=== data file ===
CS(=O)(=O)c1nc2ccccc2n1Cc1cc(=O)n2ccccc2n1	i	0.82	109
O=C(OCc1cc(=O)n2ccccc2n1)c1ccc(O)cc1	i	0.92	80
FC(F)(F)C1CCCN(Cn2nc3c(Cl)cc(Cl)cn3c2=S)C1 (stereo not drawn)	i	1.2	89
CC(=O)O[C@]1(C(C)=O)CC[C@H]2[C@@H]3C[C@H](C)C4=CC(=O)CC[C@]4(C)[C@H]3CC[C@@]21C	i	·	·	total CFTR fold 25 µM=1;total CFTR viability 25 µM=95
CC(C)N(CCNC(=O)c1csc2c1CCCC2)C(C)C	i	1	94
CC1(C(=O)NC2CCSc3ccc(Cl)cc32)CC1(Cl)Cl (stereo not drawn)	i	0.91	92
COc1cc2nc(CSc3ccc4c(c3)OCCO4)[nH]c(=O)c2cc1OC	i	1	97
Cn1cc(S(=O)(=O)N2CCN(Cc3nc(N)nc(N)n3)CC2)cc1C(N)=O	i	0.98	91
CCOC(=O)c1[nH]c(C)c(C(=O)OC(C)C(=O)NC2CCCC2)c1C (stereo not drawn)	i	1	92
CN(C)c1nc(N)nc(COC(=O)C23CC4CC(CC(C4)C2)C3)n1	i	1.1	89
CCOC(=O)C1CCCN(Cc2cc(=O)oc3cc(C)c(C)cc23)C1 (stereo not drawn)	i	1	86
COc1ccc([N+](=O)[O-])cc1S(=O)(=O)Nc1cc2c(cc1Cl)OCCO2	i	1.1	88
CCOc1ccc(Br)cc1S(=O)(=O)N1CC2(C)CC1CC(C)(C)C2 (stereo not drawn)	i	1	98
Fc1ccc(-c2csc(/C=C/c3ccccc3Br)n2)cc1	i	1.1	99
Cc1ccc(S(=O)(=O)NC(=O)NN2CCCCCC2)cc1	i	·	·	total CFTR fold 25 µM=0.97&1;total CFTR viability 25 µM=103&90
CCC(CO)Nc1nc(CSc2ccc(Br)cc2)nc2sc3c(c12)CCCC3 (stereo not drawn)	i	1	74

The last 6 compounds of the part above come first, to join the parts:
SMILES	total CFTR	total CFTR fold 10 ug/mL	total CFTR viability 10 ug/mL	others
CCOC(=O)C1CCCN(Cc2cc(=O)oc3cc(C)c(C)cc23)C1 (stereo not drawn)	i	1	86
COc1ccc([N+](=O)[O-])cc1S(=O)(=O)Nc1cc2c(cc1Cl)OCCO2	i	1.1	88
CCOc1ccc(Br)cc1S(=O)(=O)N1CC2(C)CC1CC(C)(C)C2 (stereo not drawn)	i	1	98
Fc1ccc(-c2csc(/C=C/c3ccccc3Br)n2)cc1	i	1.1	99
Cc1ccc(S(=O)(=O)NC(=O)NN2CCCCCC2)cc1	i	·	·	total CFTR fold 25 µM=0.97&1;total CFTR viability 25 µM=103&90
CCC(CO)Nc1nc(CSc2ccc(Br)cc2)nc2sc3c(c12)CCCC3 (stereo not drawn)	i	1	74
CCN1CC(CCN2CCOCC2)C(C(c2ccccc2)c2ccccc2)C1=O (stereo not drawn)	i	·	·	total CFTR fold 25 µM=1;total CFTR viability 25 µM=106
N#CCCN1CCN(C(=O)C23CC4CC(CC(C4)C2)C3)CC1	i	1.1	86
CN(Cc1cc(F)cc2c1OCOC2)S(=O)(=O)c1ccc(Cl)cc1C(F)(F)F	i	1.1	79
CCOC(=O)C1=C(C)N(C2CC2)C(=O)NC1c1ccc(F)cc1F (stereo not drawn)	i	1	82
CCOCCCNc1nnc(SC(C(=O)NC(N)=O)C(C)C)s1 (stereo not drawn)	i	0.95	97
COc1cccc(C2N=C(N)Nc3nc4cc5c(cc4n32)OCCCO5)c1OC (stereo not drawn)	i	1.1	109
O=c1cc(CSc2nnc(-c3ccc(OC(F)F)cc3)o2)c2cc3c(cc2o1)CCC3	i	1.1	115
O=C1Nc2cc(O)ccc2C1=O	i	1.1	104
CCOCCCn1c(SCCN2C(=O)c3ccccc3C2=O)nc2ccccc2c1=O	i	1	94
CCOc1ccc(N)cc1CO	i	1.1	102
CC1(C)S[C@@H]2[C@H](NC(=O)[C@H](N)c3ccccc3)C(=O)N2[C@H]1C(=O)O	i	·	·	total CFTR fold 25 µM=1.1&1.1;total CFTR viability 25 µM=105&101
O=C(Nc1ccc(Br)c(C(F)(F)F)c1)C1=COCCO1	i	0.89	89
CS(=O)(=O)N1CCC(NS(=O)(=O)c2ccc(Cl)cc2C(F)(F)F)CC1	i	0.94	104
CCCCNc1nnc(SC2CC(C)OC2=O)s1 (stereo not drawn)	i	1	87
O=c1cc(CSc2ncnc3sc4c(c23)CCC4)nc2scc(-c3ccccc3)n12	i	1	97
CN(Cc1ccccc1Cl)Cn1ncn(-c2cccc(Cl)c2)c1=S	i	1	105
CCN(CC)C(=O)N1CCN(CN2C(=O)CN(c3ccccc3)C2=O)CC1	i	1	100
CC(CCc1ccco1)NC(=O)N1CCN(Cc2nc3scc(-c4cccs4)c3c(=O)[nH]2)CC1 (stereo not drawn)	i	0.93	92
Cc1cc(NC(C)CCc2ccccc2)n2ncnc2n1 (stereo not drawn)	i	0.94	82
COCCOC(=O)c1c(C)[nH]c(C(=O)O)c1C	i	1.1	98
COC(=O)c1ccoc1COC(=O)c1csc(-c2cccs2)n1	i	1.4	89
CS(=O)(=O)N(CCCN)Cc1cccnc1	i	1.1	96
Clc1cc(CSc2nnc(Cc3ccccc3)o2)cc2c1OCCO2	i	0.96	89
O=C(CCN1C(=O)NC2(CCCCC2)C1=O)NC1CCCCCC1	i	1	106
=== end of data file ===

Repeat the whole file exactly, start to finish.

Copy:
CS(=O)(=O)c1nc2ccccc2n1Cc1cc(=O)n2ccccc2n1	i	0.82	109
O=C(OCc1cc(=O)n2ccccc2n1)c1ccc(O)cc1	i	0.92	80
FC(F)(F)C1CCCN(Cn2nc3c(Cl)cc(Cl)cn3c2=S)C1 (stereo not drawn)	i	1.2	89
CC(=O)O[C@]1(C(C)=O)CC[C@H]2[C@@H]3C[C@H](C)C4=CC(=O)CC[C@]4(C)[C@H]3CC[C@@]21C	i	·	·	total CFTR fold 25 µM=1;total CFTR viability 25 µM=95
CC(C)N(CCNC(=O)c1csc2c1CCCC2)C(C)C	i	1	94
CC1(C(=O)NC2CCSc3ccc(Cl)cc32)CC1(Cl)Cl (stereo not drawn)	i	0.91	92
COc1cc2nc(CSc3ccc4c(c3)OCCO4)[nH]c(=O)c2cc1OC	i	1	97
Cn1cc(S(=O)(=O)N2CCN(Cc3nc(N)nc(N)n3)CC2)cc1C(N)=O	i	0.98	91
CCOC(=O)c1[nH]c(C)c(C(=O)OC(C)C(=O)NC2CCCC2)c1C (stereo not drawn)	i	1	92
CN(C)c1nc(N)nc(COC(=O)C23CC4CC(CC(C4)C2)C3)n1	i	1.1	89
CCOC(=O)C1CCCN(Cc2cc(=O)oc3cc(C)c(C)cc23)C1 (stereo not drawn)	i	1	86
COc1ccc([N+](=O)[O-])cc1S(=O)(=O)Nc1cc2c(cc1Cl)OCCO2	i	1.1	88
CCOc1ccc(Br)cc1S(=O)(=O)N1CC2(C)CC1CC(C)(C)C2 (stereo not drawn)	i	1	98
Fc1ccc(-c2csc(/C=C/c3ccccc3Br)n2)cc1	i	1.1	99
Cc1ccc(S(=O)(=O)NC(=O)NN2CCCCCC2)cc1	i	·	·	total CFTR fold 25 µM=0.97&1;total CFTR viability 25 µM=103&90
CCC(CO)Nc1nc(CSc2ccc(Br)cc2)nc2sc3c(c12)CCCC3 (stereo not drawn)	i	1	74

The last 6 compounds of the part above come first, to join the parts:
SMILES	total CFTR	total CFTR fold 10 ug/mL	total CFTR viability 10 ug/mL	others
CCOC(=O)C1CCCN(Cc2cc(=O)oc3cc(C)c(C)cc23)C1 (stereo not drawn)	i	1	86
COc1ccc([N+](=O)[O-])cc1S(=O)(=O)Nc1cc2c(cc1Cl)OCCO2	i	1.1	88
CCOc1ccc(Br)cc1S(=O)(=O)N1CC2(C)CC1CC(C)(C)C2 (stereo not drawn)	i	1	98
Fc1ccc(-c2csc(/C=C/c3ccccc3Br)n2)cc1	i	1.1	99
Cc1ccc(S(=O)(=O)NC(=O)NN2CCCCCC2)cc1	i	·	·	total CFTR fold 25 µM=0.97&1;total CFTR viability 25 µM=103&90
CCC(CO)Nc1nc(CSc2ccc(Br)cc2)nc2sc3c(c12)CCCC3 (stereo not drawn)	i	1	74
CCN1CC(CCN2CCOCC2)C(C(c2ccccc2)c2ccccc2)C1=O (stereo not drawn)	i	·	·	total CFTR fold 25 µM=1;total CFTR viability 25 µM=106
N#CCCN1CCN(C(=O)C23CC4CC(CC(C4)C2)C3)CC1	i	1.1	86
CN(Cc1cc(F)cc2c1OCOC2)S(=O)(=O)c1ccc(Cl)cc1C(F)(F)F	i	1.1	79
CCOC(=O)C1=C(C)N(C2CC2)C(=O)NC1c1ccc(F)cc1F (stereo not drawn)	i	1	82
CCOCCCNc1nnc(SC(C(=O)NC(N)=O)C(C)C)s1 (stereo not drawn)	i	0.95	97
COc1cccc(C2N=C(N)Nc3nc4cc5c(cc4n32)OCCCO5)c1OC (stereo not drawn)	i	1.1	109
O=c1cc(CSc2nnc(-c3ccc(OC(F)F)cc3)o2)c2cc3c(cc2o1)CCC3	i	1.1	115
O=C1Nc2cc(O)ccc2C1=O	i	1.1	104
CCOCCCn1c(SCCN2C(=O)c3ccccc3C2=O)nc2ccccc2c1=O	i	1	94
CCOc1ccc(N)cc1CO	i	1.1	102
CC1(C)S[C@@H]2[C@H](NC(=O)[C@H](N)c3ccccc3)C(=O)N2[C@H]1C(=O)O	i	·	·	total CFTR fold 25 µM=1.1&1.1;total CFTR viability 25 µM=105&101
O=C(Nc1ccc(Br)c(C(F)(F)F)c1)C1=COCCO1	i	0.89	89
CS(=O)(=O)N1CCC(NS(=O)(=O)c2ccc(Cl)cc2C(F)(F)F)CC1	i	0.94	104
CCCCNc1nnc(SC2CC(C)OC2=O)s1 (stereo not drawn)	i	1	87
O=c1cc(CSc2ncnc3sc4c(c23)CCC4)nc2scc(-c3ccccc3)n12	i	1	97
CN(Cc1ccccc1Cl)Cn1ncn(-c2cccc(Cl)c2)c1=S	i	1	105
CCN(CC)C(=O)N1CCN(CN2C(=O)CN(c3ccccc3)C2=O)CC1	i	1	100
CC(CCc1ccco1)NC(=O)N1CCN(Cc2nc3scc(-c4cccs4)c3c(=O)[nH]2)CC1 (stereo not drawn)	i	0.93	92
Cc1cc(NC(C)CCc2ccccc2)n2ncnc2n1 (stereo not drawn)	i	0.94	82
COCCOC(=O)c1c(C)[nH]c(C(=O)O)c1C	i	1.1	98
COC(=O)c1ccoc1COC(=O)c1csc(-c2cccs2)n1	i	1.4	89
CS(=O)(=O)N(CCCN)Cc1cccnc1	i	1.1	96
Clc1cc(CSc2nnc(Cc3ccccc3)o2)cc2c1OCCO2	i	0.96	89
O=C(CCN1C(=O)NC2(CCCCC2)C1=O)NC1CCCCCC1	i	1	106